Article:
Subject: Re: [linux-audio-user] Acid for Linux ?
From: Mark Knecht (markknecht_AT_attbi.com)
Date: Mon Dec 09 2002 - 07:40:54 EET
On Sun, 2002-12-08 at 18:44, Patrick Shirkey wrote:
> Mark Knecht wrote:
> > Patrick,
> > Most of the time I agree a lot with your points of view, but this
> > time I really don't. I see no reason to force people into a U*ix
> > paradigm,
> No, But this is un*x. If you don't appreciate it then why are you here?
Oh, real men don't run GUI's?! ;-)
> > nor do I see the need to be insistent that Linux audio apps
> > act differently that Windows
> Not un*x
> >or Mac apps
> > that do a great job at what
> > they are intended to do.In this case Acid is one of those apps, and I
> > think at this time the answer is 'No, we do not yet have a native Linux
> > app that works that way.
> But we have a few that provide similar functionality.
No, we do not. I haven't seen anything (yet) that provides a similar
paradigm to the way Acid works with wave files. (And I do run Acid.)
(2.0, 3.0 & 4.0)
The Acid paradigm is that a track holds just a single wave file. Usually
that wave file is only 1-2 measures, but it can be more. It can be cut
to less within the track. There are an unlimited number of tracks.There
is a tempo for the overall piece. When you paint the wave file in, it
just paints in whatever part of the wave file you want at that point in
the track.One wave file is some drum beats, one is some keyboard riff,
another is some vocal bit. You just paint them in where you want them.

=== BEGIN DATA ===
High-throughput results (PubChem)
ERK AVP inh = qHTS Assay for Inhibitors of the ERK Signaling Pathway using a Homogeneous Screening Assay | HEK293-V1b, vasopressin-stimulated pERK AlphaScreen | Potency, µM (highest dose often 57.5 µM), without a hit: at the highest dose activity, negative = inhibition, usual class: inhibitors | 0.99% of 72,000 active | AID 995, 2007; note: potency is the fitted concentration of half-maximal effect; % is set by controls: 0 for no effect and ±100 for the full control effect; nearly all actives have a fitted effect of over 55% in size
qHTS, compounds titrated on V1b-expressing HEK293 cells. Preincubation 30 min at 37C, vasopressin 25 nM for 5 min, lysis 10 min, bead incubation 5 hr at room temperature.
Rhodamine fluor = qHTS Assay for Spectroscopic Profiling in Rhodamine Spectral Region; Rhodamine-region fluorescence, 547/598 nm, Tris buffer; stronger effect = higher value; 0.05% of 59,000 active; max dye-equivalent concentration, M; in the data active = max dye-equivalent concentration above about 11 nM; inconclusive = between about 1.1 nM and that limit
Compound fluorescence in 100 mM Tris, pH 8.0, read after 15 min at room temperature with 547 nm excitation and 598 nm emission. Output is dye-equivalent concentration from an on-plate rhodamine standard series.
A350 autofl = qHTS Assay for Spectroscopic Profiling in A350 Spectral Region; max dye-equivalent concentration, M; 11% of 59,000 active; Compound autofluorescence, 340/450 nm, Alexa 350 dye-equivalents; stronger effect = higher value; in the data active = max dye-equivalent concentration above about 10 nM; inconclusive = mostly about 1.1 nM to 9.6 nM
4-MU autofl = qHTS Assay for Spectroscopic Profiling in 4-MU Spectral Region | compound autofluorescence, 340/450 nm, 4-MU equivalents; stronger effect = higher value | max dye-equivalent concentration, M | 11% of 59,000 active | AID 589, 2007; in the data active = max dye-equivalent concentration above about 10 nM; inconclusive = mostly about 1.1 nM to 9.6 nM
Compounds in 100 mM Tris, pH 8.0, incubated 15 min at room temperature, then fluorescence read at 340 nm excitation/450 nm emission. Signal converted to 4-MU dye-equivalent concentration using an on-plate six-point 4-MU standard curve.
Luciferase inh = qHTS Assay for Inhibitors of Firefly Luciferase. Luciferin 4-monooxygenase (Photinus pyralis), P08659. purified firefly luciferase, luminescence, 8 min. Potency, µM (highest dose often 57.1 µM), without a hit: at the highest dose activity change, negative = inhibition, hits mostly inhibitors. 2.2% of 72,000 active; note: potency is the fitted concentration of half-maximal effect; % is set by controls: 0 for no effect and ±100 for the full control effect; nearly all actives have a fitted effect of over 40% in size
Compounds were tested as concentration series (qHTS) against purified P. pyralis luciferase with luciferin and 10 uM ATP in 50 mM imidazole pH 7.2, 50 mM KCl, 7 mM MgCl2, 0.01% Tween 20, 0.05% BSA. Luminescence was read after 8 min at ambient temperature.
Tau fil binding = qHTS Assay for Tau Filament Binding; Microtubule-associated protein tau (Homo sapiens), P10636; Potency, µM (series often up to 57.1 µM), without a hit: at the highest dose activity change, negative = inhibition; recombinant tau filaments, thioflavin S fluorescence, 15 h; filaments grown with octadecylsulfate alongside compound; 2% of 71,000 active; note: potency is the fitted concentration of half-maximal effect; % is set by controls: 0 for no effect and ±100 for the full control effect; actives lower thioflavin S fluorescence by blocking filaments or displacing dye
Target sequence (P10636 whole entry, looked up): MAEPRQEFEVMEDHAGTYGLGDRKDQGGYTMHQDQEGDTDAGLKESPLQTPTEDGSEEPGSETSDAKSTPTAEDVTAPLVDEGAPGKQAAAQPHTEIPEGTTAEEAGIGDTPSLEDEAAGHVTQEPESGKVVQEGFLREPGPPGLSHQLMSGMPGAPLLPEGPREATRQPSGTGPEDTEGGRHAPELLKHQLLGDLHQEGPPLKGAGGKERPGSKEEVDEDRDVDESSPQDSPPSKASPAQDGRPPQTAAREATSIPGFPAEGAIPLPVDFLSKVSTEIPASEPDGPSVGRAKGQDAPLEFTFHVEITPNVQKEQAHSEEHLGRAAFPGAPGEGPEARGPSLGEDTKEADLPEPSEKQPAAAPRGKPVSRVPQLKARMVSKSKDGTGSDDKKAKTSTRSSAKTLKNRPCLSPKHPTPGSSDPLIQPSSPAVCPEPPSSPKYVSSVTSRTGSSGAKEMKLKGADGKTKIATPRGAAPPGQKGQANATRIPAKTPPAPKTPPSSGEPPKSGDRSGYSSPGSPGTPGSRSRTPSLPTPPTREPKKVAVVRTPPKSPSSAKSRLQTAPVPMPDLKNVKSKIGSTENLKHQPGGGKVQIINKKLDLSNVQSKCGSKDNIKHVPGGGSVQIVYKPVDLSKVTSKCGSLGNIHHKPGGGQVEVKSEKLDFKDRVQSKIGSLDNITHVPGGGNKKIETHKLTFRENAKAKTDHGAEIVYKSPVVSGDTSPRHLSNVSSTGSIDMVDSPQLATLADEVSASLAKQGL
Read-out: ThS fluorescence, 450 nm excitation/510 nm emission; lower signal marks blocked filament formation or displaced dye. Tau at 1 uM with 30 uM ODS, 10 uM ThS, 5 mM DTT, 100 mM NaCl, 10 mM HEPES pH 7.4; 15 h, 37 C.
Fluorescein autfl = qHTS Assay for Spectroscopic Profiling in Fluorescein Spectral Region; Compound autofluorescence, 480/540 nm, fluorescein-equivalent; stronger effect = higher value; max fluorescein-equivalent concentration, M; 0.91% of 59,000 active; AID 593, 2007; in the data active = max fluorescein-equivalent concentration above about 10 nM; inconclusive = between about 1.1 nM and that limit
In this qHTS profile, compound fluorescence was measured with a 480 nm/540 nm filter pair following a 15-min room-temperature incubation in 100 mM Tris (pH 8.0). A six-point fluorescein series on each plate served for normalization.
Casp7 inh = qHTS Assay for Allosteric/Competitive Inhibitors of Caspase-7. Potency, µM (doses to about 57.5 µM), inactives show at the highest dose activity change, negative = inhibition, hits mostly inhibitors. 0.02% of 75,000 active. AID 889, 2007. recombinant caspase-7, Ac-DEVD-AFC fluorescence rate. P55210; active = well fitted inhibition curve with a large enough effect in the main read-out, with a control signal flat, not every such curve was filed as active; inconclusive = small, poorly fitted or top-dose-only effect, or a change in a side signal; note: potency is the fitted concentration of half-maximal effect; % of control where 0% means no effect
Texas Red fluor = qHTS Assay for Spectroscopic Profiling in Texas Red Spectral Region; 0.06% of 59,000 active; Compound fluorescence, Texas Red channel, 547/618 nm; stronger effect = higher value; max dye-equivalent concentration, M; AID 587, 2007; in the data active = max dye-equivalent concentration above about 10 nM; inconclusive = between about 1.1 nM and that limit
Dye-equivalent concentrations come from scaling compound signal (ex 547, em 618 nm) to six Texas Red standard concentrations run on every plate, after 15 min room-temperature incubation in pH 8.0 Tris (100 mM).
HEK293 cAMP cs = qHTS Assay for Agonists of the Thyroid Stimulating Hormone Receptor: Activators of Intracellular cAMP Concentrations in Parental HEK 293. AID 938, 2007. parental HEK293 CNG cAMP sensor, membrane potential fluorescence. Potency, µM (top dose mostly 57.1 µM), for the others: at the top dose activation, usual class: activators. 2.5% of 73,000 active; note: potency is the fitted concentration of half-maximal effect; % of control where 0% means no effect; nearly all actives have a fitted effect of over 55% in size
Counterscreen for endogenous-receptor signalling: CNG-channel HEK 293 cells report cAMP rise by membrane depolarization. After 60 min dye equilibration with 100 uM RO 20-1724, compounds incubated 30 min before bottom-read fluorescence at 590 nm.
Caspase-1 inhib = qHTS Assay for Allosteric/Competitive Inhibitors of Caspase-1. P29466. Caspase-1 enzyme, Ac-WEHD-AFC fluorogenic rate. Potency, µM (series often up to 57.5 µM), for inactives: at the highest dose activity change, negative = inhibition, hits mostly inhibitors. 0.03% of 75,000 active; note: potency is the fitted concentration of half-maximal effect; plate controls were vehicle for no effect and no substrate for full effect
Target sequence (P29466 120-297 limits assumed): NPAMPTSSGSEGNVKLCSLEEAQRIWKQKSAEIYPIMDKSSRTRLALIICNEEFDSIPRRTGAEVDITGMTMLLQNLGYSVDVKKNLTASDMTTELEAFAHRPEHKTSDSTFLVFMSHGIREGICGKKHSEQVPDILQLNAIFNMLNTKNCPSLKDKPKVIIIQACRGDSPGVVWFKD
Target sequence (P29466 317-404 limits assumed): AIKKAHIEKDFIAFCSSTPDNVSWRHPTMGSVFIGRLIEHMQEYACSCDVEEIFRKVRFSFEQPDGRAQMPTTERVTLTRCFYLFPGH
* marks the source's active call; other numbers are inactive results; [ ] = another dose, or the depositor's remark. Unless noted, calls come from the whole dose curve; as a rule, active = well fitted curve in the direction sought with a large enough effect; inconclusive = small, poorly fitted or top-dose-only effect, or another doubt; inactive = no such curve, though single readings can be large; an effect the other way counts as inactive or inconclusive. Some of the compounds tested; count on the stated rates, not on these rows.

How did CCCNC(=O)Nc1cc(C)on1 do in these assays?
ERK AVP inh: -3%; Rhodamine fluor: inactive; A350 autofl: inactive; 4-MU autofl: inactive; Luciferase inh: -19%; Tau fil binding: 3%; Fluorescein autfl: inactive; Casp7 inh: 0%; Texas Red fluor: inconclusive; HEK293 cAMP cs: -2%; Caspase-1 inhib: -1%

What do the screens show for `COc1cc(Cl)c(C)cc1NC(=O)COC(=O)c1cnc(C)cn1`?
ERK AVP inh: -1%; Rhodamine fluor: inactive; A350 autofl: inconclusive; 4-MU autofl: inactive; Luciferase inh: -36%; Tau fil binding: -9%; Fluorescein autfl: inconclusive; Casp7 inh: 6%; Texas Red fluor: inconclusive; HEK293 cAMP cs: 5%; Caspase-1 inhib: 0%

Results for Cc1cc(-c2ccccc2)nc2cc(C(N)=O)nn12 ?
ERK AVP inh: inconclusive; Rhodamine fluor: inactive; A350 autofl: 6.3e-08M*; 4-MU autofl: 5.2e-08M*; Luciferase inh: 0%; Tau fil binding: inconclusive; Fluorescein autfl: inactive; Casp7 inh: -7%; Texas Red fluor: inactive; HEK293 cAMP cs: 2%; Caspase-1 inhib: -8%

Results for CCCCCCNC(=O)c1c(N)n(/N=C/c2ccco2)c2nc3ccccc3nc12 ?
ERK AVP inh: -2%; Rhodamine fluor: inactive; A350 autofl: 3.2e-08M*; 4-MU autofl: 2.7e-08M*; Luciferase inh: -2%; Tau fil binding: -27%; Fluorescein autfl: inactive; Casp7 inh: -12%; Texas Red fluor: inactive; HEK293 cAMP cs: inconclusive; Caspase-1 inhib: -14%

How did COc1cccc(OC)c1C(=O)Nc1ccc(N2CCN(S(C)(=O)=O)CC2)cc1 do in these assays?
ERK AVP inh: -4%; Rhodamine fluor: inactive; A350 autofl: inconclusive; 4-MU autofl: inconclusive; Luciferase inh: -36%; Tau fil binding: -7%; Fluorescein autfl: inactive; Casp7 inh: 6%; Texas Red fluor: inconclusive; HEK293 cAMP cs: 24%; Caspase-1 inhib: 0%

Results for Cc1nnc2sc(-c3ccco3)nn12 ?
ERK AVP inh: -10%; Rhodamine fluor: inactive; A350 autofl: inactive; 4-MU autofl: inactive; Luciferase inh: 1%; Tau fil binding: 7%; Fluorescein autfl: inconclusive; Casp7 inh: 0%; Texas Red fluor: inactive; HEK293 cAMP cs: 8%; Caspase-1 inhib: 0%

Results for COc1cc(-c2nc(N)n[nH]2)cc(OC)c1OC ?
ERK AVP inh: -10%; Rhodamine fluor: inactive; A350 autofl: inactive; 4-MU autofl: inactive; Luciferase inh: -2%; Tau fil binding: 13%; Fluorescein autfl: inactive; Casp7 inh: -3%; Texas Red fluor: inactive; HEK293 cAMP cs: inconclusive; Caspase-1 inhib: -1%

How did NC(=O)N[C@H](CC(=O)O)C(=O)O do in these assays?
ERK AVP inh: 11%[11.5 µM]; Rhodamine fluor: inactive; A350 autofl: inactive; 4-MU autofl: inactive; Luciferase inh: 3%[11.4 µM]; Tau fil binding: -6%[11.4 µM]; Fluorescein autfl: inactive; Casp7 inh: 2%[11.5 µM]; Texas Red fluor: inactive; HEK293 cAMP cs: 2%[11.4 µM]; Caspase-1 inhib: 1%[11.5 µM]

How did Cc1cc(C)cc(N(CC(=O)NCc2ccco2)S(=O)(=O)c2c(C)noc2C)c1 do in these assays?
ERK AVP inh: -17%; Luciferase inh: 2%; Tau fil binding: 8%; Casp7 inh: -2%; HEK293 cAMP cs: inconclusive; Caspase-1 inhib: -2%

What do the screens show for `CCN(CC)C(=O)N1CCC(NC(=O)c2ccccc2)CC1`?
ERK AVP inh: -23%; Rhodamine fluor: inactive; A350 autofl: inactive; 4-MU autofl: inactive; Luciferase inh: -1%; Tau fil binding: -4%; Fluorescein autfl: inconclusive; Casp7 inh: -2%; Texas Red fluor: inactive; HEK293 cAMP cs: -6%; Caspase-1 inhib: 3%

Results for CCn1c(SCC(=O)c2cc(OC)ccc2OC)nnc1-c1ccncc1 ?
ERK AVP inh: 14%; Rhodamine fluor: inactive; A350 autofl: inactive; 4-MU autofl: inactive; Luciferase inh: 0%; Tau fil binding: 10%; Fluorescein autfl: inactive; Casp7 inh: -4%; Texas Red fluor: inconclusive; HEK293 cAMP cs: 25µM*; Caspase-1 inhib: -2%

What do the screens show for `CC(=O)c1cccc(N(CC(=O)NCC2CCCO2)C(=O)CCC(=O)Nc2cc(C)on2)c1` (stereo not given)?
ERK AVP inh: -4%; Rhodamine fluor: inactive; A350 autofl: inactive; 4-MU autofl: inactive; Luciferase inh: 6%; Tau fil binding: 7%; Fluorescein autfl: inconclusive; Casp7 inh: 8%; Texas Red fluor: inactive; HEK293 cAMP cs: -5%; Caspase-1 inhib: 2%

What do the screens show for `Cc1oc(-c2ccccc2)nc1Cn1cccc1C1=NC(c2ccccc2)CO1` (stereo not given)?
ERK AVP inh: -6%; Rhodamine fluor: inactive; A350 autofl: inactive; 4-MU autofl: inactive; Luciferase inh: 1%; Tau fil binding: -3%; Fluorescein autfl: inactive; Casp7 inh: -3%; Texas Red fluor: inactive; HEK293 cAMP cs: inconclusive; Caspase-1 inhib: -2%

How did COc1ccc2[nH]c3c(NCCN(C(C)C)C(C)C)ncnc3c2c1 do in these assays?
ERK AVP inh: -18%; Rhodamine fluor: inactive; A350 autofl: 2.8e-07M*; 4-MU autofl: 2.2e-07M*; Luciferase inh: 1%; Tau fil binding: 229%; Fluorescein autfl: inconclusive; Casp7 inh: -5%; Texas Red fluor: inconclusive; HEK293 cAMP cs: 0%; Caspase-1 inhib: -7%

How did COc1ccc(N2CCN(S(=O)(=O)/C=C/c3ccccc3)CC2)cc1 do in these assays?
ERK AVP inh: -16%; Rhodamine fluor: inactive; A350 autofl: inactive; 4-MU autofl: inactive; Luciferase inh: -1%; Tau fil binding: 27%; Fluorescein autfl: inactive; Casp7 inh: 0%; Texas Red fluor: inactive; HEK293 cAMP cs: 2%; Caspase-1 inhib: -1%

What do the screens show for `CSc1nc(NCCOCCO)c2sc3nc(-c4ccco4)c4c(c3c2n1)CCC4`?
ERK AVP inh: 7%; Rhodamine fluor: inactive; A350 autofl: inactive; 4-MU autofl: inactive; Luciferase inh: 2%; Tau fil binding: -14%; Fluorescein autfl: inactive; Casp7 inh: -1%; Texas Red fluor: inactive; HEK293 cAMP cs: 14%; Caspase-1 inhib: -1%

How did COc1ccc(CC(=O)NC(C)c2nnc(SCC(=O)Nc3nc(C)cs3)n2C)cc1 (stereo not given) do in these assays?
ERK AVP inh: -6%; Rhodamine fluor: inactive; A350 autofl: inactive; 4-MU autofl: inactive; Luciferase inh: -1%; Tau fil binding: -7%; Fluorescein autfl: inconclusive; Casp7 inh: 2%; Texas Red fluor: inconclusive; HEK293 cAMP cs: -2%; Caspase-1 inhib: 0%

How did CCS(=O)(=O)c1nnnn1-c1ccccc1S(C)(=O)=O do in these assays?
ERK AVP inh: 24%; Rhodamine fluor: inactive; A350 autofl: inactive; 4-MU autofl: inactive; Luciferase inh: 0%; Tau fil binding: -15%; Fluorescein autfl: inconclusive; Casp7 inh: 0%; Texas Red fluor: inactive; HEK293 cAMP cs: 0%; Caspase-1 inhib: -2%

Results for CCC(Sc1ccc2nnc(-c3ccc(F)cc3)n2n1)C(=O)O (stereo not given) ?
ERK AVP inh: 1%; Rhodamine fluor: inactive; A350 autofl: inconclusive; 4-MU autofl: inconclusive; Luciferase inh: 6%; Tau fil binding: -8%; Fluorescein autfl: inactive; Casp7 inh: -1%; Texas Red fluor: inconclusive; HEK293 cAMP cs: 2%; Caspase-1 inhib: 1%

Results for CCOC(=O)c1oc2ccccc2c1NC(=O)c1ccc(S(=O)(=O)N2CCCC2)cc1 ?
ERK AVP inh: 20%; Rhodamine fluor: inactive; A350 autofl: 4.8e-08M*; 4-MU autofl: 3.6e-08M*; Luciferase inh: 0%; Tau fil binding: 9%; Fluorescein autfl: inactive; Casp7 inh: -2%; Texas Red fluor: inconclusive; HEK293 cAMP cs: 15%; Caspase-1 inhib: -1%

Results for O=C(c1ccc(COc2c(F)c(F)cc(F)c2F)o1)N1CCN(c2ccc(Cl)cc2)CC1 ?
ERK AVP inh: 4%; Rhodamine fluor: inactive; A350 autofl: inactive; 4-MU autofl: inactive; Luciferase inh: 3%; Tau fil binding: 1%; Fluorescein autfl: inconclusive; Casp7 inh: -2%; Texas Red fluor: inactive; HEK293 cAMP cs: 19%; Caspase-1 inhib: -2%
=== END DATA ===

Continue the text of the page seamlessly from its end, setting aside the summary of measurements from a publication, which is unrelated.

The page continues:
If you know what you want, and if you have the sample library, you get a
full blown song in about 10 minutes.
I have not seen (yet) anything in the Linux area that does this at this
That said, I completely disagree with the comments above about Unix vs.
whatever. Ardour _could_ implement this model. Rosegarden _could_
implement this model. Sweep _could_ implement this model. Muse _could_
implement this model.
Apps are apps. Platforms are platforms. No need to mix them up. No need
to be bigoted about them either. They're just tools.
> > Acid is a great app. I've done songs in it. It's amazingly simple,
> > straight forward as long as all you are doing is manipulating the timing
> > of samples, and really pretty easy to get from start to finish. I see
> > nothing wrong with those qualities.
> Nope but we have a few ways of doing that in Linux already if you look
> at things from a different angle.
> > In fact, if the developers of Acid DID port it to Linux, then it
> > would be a Linux app, and that would break your model stating he should
> > get used to a new mindset.
> I'll probably be dead before that happens. But you never know ;)
> > While I have nothing against new mindsets, I
> > don't think that they are always required. There's nothing wrong with
> > Linux apps following a successful model and making apps that are easy
> > for people to use either!
> But there is if people refuse to use the software that has already been
> provided. I see no reason to make a new app when we have others that
> fulfill very similar functionality.
No need, but an opportunity. Different people work different ways. Just
because software has been provided is no requirement that people use it.
Let's not confuse what's important. We're here to make music. If someone
wants a new app, and has the talent to develop it, I would guess it will
appear here. That's what makes this place fun.
> Also sweep is getting very very cool these days. Conrad is being paid to
> work on multitrack support (among other things) to rock the sure shot.
> IIRC, he has mentioned before that ACID is one of his favorite apps too.
> Patrick Shirkey - Boost Hardware Ltd.
> For the discerning hardware connoisseur
> http://www.djcj.org - The Linux Audio Users guide
> Being on stage with the band in front of crowds shouting, "Get off! No!
> We want normal music!", I think that was more like acting than anything
> I've ever done.
> Goldie, 8 Nov, 2002
> The Scotsman
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